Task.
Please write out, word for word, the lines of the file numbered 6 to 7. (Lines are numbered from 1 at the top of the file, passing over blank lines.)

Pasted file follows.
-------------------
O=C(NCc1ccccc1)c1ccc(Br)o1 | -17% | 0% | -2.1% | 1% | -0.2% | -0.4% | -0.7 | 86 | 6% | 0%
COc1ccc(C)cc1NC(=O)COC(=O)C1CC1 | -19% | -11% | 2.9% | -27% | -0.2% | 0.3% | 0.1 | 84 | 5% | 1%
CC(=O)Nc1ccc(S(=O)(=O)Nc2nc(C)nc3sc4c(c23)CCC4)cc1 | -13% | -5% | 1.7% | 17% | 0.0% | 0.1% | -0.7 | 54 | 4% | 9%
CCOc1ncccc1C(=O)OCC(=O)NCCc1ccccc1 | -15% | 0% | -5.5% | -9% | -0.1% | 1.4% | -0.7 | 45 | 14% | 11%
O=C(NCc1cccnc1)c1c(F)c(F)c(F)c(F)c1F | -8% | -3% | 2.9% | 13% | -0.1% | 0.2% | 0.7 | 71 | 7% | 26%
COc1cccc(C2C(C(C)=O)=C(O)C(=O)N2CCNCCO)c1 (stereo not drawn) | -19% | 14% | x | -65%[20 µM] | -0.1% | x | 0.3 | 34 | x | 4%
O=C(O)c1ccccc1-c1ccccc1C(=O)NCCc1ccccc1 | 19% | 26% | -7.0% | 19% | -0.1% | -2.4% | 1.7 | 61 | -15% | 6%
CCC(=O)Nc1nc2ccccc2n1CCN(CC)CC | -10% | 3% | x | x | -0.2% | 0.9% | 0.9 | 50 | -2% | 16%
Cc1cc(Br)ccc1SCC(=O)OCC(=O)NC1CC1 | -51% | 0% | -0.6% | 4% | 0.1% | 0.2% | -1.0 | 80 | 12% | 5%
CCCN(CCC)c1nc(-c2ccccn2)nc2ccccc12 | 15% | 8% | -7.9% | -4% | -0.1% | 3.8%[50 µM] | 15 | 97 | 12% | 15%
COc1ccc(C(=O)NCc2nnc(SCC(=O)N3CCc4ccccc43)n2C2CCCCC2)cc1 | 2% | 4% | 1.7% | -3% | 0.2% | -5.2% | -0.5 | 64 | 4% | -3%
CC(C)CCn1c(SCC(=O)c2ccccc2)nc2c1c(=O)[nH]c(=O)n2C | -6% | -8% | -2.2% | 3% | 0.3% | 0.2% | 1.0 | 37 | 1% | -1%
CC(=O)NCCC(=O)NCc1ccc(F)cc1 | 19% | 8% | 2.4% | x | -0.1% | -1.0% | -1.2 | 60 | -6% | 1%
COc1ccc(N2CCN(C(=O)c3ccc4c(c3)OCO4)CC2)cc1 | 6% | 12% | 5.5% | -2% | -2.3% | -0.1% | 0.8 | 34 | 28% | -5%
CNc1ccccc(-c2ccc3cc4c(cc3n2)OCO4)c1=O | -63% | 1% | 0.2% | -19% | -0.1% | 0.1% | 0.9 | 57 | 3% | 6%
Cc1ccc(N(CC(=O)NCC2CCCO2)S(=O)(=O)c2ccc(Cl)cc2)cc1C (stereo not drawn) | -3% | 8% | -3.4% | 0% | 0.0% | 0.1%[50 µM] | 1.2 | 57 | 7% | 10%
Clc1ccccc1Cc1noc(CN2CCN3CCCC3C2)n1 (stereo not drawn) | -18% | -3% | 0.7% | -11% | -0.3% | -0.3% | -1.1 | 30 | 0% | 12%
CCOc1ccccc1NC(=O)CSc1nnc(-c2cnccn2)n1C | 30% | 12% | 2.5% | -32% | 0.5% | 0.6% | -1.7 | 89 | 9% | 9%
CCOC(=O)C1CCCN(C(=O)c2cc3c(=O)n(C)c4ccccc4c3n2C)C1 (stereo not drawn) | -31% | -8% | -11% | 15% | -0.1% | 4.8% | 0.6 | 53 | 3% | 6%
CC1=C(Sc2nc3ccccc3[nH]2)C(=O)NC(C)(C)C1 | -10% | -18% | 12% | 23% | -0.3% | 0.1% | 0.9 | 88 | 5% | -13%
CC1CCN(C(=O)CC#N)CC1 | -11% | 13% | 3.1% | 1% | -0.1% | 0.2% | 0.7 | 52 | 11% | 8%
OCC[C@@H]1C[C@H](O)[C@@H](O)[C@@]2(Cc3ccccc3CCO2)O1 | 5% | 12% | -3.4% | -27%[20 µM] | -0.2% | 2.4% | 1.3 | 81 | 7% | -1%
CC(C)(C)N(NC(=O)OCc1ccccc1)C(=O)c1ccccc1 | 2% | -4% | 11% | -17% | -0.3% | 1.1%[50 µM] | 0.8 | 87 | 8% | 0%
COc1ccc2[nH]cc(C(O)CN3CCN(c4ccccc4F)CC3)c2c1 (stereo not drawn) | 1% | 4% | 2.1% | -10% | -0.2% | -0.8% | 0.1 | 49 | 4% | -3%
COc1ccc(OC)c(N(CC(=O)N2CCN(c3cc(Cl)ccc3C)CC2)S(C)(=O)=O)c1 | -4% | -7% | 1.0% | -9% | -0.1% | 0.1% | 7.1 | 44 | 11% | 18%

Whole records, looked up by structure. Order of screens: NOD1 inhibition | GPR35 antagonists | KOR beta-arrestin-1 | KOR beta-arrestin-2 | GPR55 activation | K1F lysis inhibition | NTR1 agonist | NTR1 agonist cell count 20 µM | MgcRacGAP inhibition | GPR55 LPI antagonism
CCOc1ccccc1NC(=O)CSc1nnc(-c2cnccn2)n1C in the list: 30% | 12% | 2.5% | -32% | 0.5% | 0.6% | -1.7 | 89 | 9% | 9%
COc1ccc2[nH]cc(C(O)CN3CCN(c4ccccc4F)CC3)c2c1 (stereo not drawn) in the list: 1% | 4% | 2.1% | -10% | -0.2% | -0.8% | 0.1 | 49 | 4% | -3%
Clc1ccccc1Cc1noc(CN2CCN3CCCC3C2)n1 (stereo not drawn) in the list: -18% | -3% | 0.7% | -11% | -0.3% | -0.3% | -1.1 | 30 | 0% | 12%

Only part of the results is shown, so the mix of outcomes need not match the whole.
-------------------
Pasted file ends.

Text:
COc1cccc(C2C(C(C)=O)=C(O)C(=O)N2CCNCCO)c1 (stereo not drawn) | -19% | 14% | x | -65%[20 µM] | -0.1% | x | 0.3 | 34 | x | 4%
O=C(O)c1ccccc1-c1ccccc1C(=O)NCCc1ccccc1 | 19% | 26% | -7.0% | 19% | -0.1% | -2.4% | 1.7 | 61 | -15% | 6%